The Best Bay Area Bike Rides (and the Breweries to Visit After)

Lagunitas beer and bikes are a natural fit (though we recommend riding first).
Lagunitas beer and bikes are a natural fit (though we recommend riding first). Dianne Yee
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Few things taste better than a pint of refreshing local beer after a bike ride—no matter what the distance. Take advantage of the San Francisco’s vibrant bike and craft beer scenes by planning your next ride to end at a local brewery. With more than 120 breweries and hundreds of miles of bike routes in the greater Bay Area to choose from, there are abundant opportunities to map a route that includes urban attractions and beautiful scenery, capped off with a finish at a brewpub or a great bar. Here’s a list of some of the best Bay Area bike rides that (not coincidentally) end up at favorite local breweries and bars for a well-earned pint (or three).

1. Golden Gate Park to Beach Chalet

Catch the sunset from the Beach Chalet. 
Catch the sunset from the Beach Chalet.  Franco Folini

With light traffic, smooth pavement, and a gentle grade, John F. Kennedy Drive through Golden Gate Park is a rider’s dream. Cyclists can cruise westward following the eucalyptus-lined road past attractions like the Conservatory of Flowers, the De Young Museum, and the historic windmills. In the spring, roadside blooms perfume the air. Closed to cars on Sundays, Golden Gate Park makes a great riding destination from anywhere in the city, and easily connects with other routes for a longer ride. At the end of the park, Beach Chalet restaurant and brewery offers riders the chance to refresh with a house-brewed beverage. With a dining room overlooking Great Highway and Ocean Beach, it’s hard to beat the view. Weary riders also have the option of lounging in the grass at Park Chalet, “San Francisco’s best coastal beer garden.” The brewery is known for its crisp California ales; try the V.F.W. Golden Ale, named for the surf spot out front, or the Riptide Red, also inspired by the conditions at Ocean Beach.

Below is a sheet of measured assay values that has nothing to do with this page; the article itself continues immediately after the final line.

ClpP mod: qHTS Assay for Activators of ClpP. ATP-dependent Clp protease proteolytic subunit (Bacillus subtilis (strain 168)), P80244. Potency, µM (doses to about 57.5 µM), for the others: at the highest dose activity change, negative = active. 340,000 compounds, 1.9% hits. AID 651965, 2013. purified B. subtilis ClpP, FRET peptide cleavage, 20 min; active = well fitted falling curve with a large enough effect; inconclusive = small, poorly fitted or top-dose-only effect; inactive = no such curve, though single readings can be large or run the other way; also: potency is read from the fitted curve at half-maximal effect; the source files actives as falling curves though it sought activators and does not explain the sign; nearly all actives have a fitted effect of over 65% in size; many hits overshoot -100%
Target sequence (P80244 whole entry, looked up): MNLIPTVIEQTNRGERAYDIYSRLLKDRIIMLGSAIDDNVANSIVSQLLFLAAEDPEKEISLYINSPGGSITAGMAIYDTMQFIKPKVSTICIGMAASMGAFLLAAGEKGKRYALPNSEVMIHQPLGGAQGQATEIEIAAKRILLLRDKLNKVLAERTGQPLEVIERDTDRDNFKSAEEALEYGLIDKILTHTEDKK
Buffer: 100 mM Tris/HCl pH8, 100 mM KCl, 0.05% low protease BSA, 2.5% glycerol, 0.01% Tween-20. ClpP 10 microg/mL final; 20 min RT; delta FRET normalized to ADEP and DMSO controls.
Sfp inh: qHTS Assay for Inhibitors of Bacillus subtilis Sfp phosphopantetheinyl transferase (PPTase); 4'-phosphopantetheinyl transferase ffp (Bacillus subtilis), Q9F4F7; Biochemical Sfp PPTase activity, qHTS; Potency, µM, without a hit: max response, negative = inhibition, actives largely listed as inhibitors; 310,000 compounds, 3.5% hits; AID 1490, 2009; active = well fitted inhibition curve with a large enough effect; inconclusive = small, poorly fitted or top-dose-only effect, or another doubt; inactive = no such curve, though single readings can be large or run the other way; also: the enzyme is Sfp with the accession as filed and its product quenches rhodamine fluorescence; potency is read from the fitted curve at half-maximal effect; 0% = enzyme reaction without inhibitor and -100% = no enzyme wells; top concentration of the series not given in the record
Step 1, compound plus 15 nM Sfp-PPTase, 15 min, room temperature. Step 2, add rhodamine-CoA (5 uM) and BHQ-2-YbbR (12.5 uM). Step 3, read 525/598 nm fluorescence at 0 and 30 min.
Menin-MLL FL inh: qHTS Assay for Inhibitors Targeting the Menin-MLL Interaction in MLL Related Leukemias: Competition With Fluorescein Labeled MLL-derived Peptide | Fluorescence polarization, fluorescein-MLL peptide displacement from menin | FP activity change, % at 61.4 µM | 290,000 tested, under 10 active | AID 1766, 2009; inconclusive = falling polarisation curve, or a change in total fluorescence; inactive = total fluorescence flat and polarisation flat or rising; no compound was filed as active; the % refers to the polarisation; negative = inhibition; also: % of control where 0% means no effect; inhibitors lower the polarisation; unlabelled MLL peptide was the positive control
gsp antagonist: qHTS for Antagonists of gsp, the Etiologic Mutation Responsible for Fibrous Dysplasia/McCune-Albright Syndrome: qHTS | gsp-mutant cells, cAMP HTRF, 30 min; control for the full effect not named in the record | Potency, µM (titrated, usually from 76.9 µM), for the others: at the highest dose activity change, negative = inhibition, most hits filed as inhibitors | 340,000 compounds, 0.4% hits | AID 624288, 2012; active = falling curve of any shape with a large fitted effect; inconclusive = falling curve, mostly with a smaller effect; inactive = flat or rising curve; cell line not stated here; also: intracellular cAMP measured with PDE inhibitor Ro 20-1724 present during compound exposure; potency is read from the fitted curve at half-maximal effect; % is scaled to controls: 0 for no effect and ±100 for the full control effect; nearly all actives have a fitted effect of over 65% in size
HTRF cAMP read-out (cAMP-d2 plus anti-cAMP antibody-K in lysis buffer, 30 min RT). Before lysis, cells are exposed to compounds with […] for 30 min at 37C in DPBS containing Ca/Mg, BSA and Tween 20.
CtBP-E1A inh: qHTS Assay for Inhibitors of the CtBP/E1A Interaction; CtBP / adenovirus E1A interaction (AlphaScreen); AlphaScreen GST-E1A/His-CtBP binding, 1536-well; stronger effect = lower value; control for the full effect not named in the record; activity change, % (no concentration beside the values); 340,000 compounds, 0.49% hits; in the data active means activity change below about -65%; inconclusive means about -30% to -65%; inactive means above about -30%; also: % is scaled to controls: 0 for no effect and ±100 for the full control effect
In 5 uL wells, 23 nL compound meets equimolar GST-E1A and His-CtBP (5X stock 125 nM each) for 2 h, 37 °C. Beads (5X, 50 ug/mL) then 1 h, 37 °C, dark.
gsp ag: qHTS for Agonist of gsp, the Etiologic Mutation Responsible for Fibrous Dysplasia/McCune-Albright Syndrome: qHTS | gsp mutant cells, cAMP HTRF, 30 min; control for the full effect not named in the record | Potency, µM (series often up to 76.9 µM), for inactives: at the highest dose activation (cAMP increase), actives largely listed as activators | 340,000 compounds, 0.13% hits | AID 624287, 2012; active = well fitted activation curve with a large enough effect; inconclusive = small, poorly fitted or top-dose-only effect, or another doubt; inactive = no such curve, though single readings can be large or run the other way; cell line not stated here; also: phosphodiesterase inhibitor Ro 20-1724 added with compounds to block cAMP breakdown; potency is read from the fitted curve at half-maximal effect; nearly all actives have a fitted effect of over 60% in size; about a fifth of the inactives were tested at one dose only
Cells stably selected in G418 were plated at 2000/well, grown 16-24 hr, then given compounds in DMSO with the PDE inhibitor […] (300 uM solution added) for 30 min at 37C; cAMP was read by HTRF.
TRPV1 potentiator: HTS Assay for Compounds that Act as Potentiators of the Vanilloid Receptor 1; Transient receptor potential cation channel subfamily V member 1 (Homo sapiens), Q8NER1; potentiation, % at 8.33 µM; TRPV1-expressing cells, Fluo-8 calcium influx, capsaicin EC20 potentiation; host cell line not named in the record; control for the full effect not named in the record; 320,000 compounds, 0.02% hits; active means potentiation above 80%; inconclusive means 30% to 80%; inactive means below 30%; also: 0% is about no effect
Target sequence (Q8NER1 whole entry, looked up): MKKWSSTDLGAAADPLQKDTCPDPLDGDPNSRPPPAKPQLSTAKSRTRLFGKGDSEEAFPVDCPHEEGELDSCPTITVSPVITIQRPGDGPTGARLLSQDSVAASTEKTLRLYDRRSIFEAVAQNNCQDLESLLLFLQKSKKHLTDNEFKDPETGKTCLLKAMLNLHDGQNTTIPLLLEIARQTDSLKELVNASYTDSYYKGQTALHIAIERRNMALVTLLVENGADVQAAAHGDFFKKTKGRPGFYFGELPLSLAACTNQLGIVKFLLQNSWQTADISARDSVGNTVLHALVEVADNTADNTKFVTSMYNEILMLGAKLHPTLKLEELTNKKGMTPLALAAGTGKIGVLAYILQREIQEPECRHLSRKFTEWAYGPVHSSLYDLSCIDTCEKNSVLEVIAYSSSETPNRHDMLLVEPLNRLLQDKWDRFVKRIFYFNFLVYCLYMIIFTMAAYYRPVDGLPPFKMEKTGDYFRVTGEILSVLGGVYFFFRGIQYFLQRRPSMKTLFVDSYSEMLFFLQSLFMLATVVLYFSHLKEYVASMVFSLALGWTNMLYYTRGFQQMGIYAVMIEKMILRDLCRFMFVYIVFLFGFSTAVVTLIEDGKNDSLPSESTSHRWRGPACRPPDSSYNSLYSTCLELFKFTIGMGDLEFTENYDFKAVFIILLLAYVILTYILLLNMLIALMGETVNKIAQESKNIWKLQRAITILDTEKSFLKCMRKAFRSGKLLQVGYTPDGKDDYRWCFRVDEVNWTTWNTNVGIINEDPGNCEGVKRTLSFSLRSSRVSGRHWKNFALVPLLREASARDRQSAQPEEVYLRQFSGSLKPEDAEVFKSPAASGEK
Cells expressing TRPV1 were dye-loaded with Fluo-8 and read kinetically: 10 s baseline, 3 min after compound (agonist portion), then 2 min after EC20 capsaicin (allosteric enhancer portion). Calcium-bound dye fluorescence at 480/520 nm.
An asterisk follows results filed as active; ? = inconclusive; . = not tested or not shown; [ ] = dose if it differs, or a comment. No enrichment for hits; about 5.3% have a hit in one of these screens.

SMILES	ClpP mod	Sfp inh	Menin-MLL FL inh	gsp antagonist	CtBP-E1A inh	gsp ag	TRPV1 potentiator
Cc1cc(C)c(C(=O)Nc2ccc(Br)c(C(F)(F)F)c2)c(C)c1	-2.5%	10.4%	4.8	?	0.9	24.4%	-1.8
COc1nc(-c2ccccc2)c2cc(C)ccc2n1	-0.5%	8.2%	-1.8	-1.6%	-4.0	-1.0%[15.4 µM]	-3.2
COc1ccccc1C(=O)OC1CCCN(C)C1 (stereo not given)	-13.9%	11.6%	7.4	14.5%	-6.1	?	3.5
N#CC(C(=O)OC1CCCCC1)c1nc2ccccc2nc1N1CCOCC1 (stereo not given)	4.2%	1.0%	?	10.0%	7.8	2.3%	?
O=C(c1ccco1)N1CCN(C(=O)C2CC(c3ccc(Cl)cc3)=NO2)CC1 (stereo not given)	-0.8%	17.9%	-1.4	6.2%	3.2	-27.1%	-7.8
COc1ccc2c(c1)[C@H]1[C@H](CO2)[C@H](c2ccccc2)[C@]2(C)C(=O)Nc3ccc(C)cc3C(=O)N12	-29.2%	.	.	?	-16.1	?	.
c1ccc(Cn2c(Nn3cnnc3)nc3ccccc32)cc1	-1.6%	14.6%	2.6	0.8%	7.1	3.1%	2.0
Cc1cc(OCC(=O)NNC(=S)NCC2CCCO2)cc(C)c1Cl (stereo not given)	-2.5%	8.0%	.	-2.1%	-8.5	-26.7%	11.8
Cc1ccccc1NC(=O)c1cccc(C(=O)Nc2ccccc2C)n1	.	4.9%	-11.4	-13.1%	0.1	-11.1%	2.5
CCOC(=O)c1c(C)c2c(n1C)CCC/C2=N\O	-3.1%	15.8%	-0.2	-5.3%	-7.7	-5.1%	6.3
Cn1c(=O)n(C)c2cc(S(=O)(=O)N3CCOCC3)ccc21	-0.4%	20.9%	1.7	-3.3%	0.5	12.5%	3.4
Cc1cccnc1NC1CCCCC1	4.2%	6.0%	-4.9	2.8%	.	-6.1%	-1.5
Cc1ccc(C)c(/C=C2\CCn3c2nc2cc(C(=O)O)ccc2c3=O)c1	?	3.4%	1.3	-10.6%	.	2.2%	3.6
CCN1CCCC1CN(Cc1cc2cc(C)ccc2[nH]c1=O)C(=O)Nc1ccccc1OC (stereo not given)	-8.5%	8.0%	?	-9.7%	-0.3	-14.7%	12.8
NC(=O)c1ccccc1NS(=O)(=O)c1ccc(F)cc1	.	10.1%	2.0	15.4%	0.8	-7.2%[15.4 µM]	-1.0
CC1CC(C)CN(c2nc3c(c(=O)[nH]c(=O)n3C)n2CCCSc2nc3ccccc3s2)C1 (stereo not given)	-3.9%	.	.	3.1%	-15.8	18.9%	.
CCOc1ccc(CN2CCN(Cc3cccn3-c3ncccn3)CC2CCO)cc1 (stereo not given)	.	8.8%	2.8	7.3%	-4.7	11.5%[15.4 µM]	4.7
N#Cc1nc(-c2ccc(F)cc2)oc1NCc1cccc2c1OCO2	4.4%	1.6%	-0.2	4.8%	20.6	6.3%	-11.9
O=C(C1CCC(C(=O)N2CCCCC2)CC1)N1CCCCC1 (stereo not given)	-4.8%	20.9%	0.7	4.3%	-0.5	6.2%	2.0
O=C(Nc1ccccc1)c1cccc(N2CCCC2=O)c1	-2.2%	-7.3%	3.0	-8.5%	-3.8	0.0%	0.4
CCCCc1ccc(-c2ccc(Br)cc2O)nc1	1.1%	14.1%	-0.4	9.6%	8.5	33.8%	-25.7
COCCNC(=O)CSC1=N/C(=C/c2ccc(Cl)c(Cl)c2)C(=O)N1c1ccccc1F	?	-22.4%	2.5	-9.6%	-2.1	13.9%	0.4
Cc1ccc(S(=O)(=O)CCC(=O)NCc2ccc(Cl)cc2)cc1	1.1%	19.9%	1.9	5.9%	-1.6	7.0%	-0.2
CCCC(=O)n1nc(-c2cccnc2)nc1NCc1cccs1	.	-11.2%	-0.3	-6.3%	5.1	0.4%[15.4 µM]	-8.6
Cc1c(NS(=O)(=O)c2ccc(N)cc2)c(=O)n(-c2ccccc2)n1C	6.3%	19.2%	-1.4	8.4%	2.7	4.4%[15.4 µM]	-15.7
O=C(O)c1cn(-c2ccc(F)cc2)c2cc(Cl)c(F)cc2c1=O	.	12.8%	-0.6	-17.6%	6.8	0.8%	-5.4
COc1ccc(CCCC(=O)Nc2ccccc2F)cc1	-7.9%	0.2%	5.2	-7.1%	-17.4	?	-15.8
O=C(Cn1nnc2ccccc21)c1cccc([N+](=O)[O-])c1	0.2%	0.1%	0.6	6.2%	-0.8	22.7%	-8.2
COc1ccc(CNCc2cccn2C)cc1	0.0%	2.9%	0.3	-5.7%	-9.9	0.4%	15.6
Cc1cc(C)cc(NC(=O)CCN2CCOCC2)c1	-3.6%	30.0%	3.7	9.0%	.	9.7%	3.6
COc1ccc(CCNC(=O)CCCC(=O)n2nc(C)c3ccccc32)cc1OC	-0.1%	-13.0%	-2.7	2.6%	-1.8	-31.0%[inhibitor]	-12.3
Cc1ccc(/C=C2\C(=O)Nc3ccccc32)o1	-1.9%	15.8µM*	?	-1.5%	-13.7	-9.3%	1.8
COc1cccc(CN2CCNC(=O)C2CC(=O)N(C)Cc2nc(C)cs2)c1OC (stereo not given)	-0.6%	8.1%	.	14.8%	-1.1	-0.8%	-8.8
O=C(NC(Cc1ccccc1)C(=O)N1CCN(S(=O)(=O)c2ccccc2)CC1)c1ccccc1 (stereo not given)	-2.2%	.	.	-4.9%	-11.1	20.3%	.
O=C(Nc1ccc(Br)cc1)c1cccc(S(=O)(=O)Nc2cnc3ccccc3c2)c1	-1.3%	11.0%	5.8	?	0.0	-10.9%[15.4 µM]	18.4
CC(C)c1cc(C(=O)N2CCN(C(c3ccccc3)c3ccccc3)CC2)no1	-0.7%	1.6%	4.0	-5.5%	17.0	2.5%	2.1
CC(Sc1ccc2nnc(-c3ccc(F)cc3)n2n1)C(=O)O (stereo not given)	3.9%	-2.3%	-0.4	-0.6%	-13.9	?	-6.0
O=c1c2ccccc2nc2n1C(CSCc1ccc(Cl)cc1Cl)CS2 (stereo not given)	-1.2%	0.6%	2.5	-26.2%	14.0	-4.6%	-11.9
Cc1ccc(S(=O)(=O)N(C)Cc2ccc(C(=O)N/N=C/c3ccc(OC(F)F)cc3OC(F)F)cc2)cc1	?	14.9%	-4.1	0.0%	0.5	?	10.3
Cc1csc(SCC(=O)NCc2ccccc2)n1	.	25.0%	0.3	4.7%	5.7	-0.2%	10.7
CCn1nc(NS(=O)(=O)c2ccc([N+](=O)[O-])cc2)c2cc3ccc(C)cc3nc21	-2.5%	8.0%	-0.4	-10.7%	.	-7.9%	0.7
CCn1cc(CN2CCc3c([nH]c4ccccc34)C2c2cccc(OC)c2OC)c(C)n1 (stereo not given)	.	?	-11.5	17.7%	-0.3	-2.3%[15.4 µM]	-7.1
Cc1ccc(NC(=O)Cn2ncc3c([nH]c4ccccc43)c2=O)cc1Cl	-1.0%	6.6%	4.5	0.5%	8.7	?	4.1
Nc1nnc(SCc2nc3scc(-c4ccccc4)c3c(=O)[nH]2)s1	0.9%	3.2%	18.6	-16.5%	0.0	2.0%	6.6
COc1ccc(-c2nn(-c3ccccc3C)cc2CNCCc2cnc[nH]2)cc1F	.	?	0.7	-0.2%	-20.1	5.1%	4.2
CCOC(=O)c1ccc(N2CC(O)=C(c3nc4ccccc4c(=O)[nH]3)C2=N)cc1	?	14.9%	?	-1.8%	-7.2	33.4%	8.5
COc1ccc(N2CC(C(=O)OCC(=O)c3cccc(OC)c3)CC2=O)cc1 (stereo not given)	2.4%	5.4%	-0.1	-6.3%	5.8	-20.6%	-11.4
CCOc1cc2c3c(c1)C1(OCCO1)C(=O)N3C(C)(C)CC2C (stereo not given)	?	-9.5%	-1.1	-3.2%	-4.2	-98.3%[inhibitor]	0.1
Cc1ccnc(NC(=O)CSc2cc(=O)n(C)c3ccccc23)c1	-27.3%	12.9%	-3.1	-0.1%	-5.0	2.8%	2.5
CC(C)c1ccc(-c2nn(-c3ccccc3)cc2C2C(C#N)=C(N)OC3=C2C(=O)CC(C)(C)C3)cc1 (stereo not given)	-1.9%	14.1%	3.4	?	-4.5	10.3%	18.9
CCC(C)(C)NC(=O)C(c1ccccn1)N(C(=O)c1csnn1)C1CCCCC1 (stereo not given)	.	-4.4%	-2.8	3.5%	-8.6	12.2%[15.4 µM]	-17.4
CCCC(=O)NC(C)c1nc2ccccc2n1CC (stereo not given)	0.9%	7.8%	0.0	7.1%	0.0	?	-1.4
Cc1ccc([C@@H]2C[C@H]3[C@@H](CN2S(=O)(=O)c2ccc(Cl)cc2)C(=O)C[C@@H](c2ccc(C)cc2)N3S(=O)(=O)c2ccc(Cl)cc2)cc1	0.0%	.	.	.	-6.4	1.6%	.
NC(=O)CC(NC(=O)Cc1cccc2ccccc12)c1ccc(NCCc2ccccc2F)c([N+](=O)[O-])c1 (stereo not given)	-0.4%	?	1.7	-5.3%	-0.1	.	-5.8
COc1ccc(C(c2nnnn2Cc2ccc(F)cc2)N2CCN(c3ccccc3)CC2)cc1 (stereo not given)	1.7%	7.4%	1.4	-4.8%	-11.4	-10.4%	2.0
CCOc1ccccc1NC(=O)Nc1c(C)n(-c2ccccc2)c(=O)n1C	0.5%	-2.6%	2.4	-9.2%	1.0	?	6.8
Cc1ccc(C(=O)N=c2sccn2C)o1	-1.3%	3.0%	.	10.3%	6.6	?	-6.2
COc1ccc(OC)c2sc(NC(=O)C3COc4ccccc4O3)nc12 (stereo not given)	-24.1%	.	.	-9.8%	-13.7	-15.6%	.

2. Twin Peaks to Magnolia Pub and Brewery

Expansive views from the summit of Twin Peaks. 
Expansive views from the summit of Twin Peaks.  Nicolas Raymond

Combine two San Francisco classics by climbing Twin Peaks and rewarding yourself with a stop at Magnolia Pub and Brewery after you conquer the summit. Topping out at about 925 feet, the second tallest point in the city beckons riders in search of a quick but killer climb (cyclists also use the route to bang out hill repeats). After crushing the vertical and cruising the descent, Magnolia Pub and Brewery, a San Francisco standby since 1997, promises refreshment. Ascend Twin Peaks by winding your way up through the scenic neighborhood streets flanking the hill. As the houses drop off and the views open up, follow Twin Peaks Boulevard to the top. The summit delivers with expansive vistas of the city skyline and San Francisco Bay. After taking in the view, cruise down the north side of the hill to end up at Magnolia on Haight Street.

The Haight Street pub is the brewery’s original location; brewer Dave McLean used to make all of Magnolia’s delicious offerings in a cramped basement beneath the brewpub. If you don’t already have a favorite Magnolia Beer, you can’t go wrong with a pint of the Proving Ground IPA. Another post-ride option is to descend Twin Peaks and head west to sample Social Kitchen and Brewery’s equally delicious hoppy offerings.

3. City Ride to 21st Amendment

2st Amendment's welcoming brewpub
2st Amendment's welcoming brewpub Daniel Zemans

From the center of the city, catch “The Wiggle”—SF’s most famous crosstown thoroughfare—to Market Street, then follow 2nd Street to make your way to the 21st Amendment Brewery and Restaurant. Named for the celebrated piece of legislation that repealed prohibition, the brewery is dedicated to hand crafted beer, good food, and community. Though the Market Street section of the ride here can feel a bit like being inside an arcade game, it’s well worth the trip, and the pleasant ambience of the brewery is a well-earned reward. (If it sounds daunting, rest assured that several sections of the route have bike lanes separated from traffic, and the route to 21st Amendment takes you through the heart of the city for a true urban biking experience.)